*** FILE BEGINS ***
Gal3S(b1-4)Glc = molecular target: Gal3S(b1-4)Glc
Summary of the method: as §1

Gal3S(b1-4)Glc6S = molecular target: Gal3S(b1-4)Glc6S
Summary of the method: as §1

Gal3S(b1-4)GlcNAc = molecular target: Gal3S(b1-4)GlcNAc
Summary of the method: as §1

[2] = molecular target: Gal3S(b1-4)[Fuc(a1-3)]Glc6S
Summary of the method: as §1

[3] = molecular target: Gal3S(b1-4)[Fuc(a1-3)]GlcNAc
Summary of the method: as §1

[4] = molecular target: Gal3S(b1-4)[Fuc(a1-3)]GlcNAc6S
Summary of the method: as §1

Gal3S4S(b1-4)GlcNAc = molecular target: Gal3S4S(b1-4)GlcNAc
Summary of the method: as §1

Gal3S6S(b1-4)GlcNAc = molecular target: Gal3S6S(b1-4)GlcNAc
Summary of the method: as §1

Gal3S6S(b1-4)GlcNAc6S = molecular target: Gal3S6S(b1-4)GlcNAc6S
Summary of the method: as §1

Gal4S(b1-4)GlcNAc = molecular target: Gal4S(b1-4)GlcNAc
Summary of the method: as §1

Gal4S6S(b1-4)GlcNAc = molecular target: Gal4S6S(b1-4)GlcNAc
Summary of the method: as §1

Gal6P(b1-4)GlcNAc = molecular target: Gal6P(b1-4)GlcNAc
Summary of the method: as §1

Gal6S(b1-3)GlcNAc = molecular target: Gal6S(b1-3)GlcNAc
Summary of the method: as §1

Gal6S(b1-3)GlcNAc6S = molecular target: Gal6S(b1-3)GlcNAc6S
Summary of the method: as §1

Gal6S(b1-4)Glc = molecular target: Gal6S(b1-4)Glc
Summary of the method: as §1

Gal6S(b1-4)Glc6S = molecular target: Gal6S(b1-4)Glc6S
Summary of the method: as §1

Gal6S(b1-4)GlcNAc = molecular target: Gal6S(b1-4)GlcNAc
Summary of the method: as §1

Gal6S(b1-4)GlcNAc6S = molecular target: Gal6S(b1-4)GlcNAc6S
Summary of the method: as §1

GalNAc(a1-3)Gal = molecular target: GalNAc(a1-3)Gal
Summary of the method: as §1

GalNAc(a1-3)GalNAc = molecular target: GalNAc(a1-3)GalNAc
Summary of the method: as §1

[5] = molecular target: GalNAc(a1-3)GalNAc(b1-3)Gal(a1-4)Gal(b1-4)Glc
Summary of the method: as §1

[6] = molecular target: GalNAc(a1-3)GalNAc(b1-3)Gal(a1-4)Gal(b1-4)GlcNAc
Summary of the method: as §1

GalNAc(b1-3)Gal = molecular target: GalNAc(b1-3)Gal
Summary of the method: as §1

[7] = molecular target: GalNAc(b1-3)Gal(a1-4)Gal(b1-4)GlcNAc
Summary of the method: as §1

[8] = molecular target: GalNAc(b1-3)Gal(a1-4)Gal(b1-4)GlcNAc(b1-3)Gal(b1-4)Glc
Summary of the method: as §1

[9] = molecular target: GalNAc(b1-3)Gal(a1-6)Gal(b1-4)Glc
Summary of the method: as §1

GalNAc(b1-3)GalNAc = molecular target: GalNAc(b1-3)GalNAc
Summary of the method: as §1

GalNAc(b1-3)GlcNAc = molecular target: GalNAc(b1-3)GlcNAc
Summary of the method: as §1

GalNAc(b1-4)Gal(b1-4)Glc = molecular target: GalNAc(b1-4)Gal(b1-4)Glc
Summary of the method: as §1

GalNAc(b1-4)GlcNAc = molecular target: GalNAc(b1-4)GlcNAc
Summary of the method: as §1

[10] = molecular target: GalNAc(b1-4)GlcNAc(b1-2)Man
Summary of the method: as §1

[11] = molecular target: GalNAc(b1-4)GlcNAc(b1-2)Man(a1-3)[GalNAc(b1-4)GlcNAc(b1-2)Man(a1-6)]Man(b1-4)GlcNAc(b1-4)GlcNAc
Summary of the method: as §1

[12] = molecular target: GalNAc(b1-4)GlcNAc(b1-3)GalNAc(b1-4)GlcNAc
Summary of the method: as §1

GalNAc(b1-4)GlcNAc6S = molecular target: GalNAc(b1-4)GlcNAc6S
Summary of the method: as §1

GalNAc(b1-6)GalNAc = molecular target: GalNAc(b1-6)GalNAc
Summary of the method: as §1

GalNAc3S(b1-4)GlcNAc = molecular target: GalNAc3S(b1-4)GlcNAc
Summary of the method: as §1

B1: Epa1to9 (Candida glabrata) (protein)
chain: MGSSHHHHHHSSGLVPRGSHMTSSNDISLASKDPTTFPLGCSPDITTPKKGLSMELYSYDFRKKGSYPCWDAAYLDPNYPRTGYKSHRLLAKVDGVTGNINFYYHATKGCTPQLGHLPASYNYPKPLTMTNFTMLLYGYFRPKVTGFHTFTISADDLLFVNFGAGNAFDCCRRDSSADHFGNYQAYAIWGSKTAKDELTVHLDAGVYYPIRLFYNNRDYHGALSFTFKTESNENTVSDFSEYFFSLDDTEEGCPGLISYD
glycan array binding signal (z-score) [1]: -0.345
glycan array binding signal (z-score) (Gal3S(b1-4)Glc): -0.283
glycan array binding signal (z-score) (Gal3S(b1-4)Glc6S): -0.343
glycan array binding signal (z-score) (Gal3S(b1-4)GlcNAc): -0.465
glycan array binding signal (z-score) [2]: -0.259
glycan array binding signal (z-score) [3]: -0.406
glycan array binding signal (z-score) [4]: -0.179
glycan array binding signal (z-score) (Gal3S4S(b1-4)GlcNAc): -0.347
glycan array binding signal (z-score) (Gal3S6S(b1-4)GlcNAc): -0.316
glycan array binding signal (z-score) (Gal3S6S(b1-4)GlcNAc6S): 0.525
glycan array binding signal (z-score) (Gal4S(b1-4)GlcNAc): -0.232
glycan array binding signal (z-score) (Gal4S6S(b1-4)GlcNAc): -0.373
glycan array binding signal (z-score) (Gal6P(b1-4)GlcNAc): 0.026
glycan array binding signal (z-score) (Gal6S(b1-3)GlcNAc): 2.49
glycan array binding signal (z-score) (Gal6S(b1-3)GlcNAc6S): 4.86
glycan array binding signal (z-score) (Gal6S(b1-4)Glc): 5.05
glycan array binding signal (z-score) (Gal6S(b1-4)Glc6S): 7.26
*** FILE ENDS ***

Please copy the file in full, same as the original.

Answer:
Gal3S(b1-4)Glc = molecular target: Gal3S(b1-4)Glc
Summary of the method: as §1

Gal3S(b1-4)Glc6S = molecular target: Gal3S(b1-4)Glc6S
Summary of the method: as §1

Gal3S(b1-4)GlcNAc = molecular target: Gal3S(b1-4)GlcNAc
Summary of the method: as §1

[2] = molecular target: Gal3S(b1-4)[Fuc(a1-3)]Glc6S
Summary of the method: as §1

[3] = molecular target: Gal3S(b1-4)[Fuc(a1-3)]GlcNAc
Summary of the method: as §1

[4] = molecular target: Gal3S(b1-4)[Fuc(a1-3)]GlcNAc6S
Summary of the method: as §1

Gal3S4S(b1-4)GlcNAc = molecular target: Gal3S4S(b1-4)GlcNAc
Summary of the method: as §1

Gal3S6S(b1-4)GlcNAc = molecular target: Gal3S6S(b1-4)GlcNAc
Summary of the method: as §1

Gal3S6S(b1-4)GlcNAc6S = molecular target: Gal3S6S(b1-4)GlcNAc6S
Summary of the method: as §1

Gal4S(b1-4)GlcNAc = molecular target: Gal4S(b1-4)GlcNAc
Summary of the method: as §1

Gal4S6S(b1-4)GlcNAc = molecular target: Gal4S6S(b1-4)GlcNAc
Summary of the method: as §1

Gal6P(b1-4)GlcNAc = molecular target: Gal6P(b1-4)GlcNAc
Summary of the method: as §1

Gal6S(b1-3)GlcNAc = molecular target: Gal6S(b1-3)GlcNAc
Summary of the method: as §1

Gal6S(b1-3)GlcNAc6S = molecular target: Gal6S(b1-3)GlcNAc6S
Summary of the method: as §1

Gal6S(b1-4)Glc = molecular target: Gal6S(b1-4)Glc
Summary of the method: as §1

Gal6S(b1-4)Glc6S = molecular target: Gal6S(b1-4)Glc6S
Summary of the method: as §1

Gal6S(b1-4)GlcNAc = molecular target: Gal6S(b1-4)GlcNAc
Summary of the method: as §1

Gal6S(b1-4)GlcNAc6S = molecular target: Gal6S(b1-4)GlcNAc6S
Summary of the method: as §1

GalNAc(a1-3)Gal = molecular target: GalNAc(a1-3)Gal
Summary of the method: as §1

GalNAc(a1-3)GalNAc = molecular target: GalNAc(a1-3)GalNAc
Summary of the method: as §1

[5] = molecular target: GalNAc(a1-3)GalNAc(b1-3)Gal(a1-4)Gal(b1-4)Glc
Summary of the method: as §1

[6] = molecular target: GalNAc(a1-3)GalNAc(b1-3)Gal(a1-4)Gal(b1-4)GlcNAc
Summary of the method: as §1

GalNAc(b1-3)Gal = molecular target: GalNAc(b1-3)Gal
Summary of the method: as §1

[7] = molecular target: GalNAc(b1-3)Gal(a1-4)Gal(b1-4)GlcNAc
Summary of the method: as §1

[8] = molecular target: GalNAc(b1-3)Gal(a1-4)Gal(b1-4)GlcNAc(b1-3)Gal(b1-4)Glc
Summary of the method: as §1

[9] = molecular target: GalNAc(b1-3)Gal(a1-6)Gal(b1-4)Glc
Summary of the method: as §1

GalNAc(b1-3)GalNAc = molecular target: GalNAc(b1-3)GalNAc
Summary of the method: as §1

GalNAc(b1-3)GlcNAc = molecular target: GalNAc(b1-3)GlcNAc
Summary of the method: as §1

GalNAc(b1-4)Gal(b1-4)Glc = molecular target: GalNAc(b1-4)Gal(b1-4)Glc
Summary of the method: as §1

GalNAc(b1-4)GlcNAc = molecular target: GalNAc(b1-4)GlcNAc
Summary of the method: as §1

[10] = molecular target: GalNAc(b1-4)GlcNAc(b1-2)Man
Summary of the method: as §1

[11] = molecular target: GalNAc(b1-4)GlcNAc(b1-2)Man(a1-3)[GalNAc(b1-4)GlcNAc(b1-2)Man(a1-6)]Man(b1-4)GlcNAc(b1-4)GlcNAc
Summary of the method: as §1

[12] = molecular target: GalNAc(b1-4)GlcNAc(b1-3)GalNAc(b1-4)GlcNAc
Summary of the method: as §1

GalNAc(b1-4)GlcNAc6S = molecular target: GalNAc(b1-4)GlcNAc6S
Summary of the method: as §1

GalNAc(b1-6)GalNAc = molecular target: GalNAc(b1-6)GalNAc
Summary of the method: as §1

GalNAc3S(b1-4)GlcNAc = molecular target: GalNAc3S(b1-4)GlcNAc
Summary of the method: as §1

B1: Epa1to9 (Candida glabrata) (protein)
chain: MGSSHHHHHHSSGLVPRGSHMTSSNDISLASKDPTTFPLGCSPDITTPKKGLSMELYSYDFRKKGSYPCWDAAYLDPNYPRTGYKSHRLLAKVDGVTGNINFYYHATKGCTPQLGHLPASYNYPKPLTMTNFTMLLYGYFRPKVTGFHTFTISADDLLFVNFGAGNAFDCCRRDSSADHFGNYQAYAIWGSKTAKDELTVHLDAGVYYPIRLFYNNRDYHGALSFTFKTESNENTVSDFSEYFFSLDDTEEGCPGLISYD
glycan array binding signal (z-score) [1]: -0.345
glycan array binding signal (z-score) (Gal3S(b1-4)Glc): -0.283
glycan array binding signal (z-score) (Gal3S(b1-4)Glc6S): -0.343
glycan array binding signal (z-score) (Gal3S(b1-4)GlcNAc): -0.465
glycan array binding signal (z-score) [2]: -0.259
glycan array binding signal (z-score) [3]: -0.406
glycan array binding signal (z-score) [4]: -0.179
glycan array binding signal (z-score) (Gal3S4S(b1-4)GlcNAc): -0.347
glycan array binding signal (z-score) (Gal3S6S(b1-4)GlcNAc): -0.316
glycan array binding signal (z-score) (Gal3S6S(b1-4)GlcNAc6S): 0.525
glycan array binding signal (z-score) (Gal4S(b1-4)GlcNAc): -0.232
glycan array binding signal (z-score) (Gal4S6S(b1-4)GlcNAc): -0.373
glycan array binding signal (z-score) (Gal6P(b1-4)GlcNAc): 0.026
glycan array binding signal (z-score) (Gal6S(b1-3)GlcNAc): 2.49
glycan array binding signal (z-score) (Gal6S(b1-3)GlcNAc6S): 4.86
glycan array binding signal (z-score) (Gal6S(b1-4)Glc): 5.05
glycan array binding signal (z-score) (Gal6S(b1-4)Glc6S): 7.26